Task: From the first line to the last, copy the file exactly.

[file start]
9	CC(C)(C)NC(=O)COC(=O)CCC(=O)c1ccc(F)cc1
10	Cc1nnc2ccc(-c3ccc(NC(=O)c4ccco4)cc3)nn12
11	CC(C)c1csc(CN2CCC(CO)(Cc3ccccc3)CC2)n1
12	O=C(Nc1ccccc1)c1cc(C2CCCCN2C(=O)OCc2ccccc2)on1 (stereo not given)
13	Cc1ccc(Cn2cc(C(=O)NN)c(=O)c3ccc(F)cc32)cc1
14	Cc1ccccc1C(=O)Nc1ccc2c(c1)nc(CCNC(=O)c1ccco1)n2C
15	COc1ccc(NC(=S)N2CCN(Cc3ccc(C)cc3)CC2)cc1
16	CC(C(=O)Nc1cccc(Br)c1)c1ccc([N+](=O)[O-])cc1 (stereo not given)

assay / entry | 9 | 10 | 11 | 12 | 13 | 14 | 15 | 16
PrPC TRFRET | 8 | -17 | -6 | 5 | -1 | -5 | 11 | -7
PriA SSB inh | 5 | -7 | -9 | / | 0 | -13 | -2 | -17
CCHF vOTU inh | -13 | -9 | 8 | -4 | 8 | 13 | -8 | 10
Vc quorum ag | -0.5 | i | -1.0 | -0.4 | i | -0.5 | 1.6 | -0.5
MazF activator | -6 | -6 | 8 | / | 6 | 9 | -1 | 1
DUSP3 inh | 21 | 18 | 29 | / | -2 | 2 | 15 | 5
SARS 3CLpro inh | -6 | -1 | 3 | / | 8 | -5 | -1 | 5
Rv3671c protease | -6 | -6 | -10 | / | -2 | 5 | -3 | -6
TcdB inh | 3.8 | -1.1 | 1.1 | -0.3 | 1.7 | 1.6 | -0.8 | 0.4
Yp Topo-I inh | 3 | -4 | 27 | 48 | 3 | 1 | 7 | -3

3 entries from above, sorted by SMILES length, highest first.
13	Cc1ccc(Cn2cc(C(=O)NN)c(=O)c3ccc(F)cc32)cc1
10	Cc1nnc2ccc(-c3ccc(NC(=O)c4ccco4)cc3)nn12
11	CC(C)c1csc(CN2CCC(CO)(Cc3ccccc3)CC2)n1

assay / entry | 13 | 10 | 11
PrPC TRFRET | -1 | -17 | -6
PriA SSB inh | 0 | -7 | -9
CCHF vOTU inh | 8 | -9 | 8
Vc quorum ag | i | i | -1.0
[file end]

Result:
9	CC(C)(C)NC(=O)COC(=O)CCC(=O)c1ccc(F)cc1
10	Cc1nnc2ccc(-c3ccc(NC(=O)c4ccco4)cc3)nn12
11	CC(C)c1csc(CN2CCC(CO)(Cc3ccccc3)CC2)n1
12	O=C(Nc1ccccc1)c1cc(C2CCCCN2C(=O)OCc2ccccc2)on1 (stereo not given)
13	Cc1ccc(Cn2cc(C(=O)NN)c(=O)c3ccc(F)cc32)cc1
14	Cc1ccccc1C(=O)Nc1ccc2c(c1)nc(CCNC(=O)c1ccco1)n2C
15	COc1ccc(NC(=S)N2CCN(Cc3ccc(C)cc3)CC2)cc1
16	CC(C(=O)Nc1cccc(Br)c1)c1ccc([N+](=O)[O-])cc1 (stereo not given)

assay / entry | 9 | 10 | 11 | 12 | 13 | 14 | 15 | 16
PrPC TRFRET | 8 | -17 | -6 | 5 | -1 | -5 | 11 | -7
PriA SSB inh | 5 | -7 | -9 | / | 0 | -13 | -2 | -17
CCHF vOTU inh | -13 | -9 | 8 | -4 | 8 | 13 | -8 | 10
Vc quorum ag | -0.5 | i | -1.0 | -0.4 | i | -0.5 | 1.6 | -0.5
MazF activator | -6 | -6 | 8 | / | 6 | 9 | -1 | 1
DUSP3 inh | 21 | 18 | 29 | / | -2 | 2 | 15 | 5
SARS 3CLpro inh | -6 | -1 | 3 | / | 8 | -5 | -1 | 5
Rv3671c protease | -6 | -6 | -10 | / | -2 | 5 | -3 | -6
TcdB inh | 3.8 | -1.1 | 1.1 | -0.3 | 1.7 | 1.6 | -0.8 | 0.4
Yp Topo-I inh | 3 | -4 | 27 | 48 | 3 | 1 | 7 | -3

3 entries from above, sorted by SMILES length, highest first.
13	Cc1ccc(Cn2cc(C(=O)NN)c(=O)c3ccc(F)cc32)cc1
10	Cc1nnc2ccc(-c3ccc(NC(=O)c4ccco4)cc3)nn12
11	CC(C)c1csc(CN2CCC(CO)(Cc3ccccc3)CC2)n1

assay / entry | 13 | 10 | 11
PrPC TRFRET | -1 | -17 | -6
PriA SSB inh | 0 | -7 | -9
CCHF vOTU inh | 8 | -9 | 8
Vc quorum ag | i | i | -1.0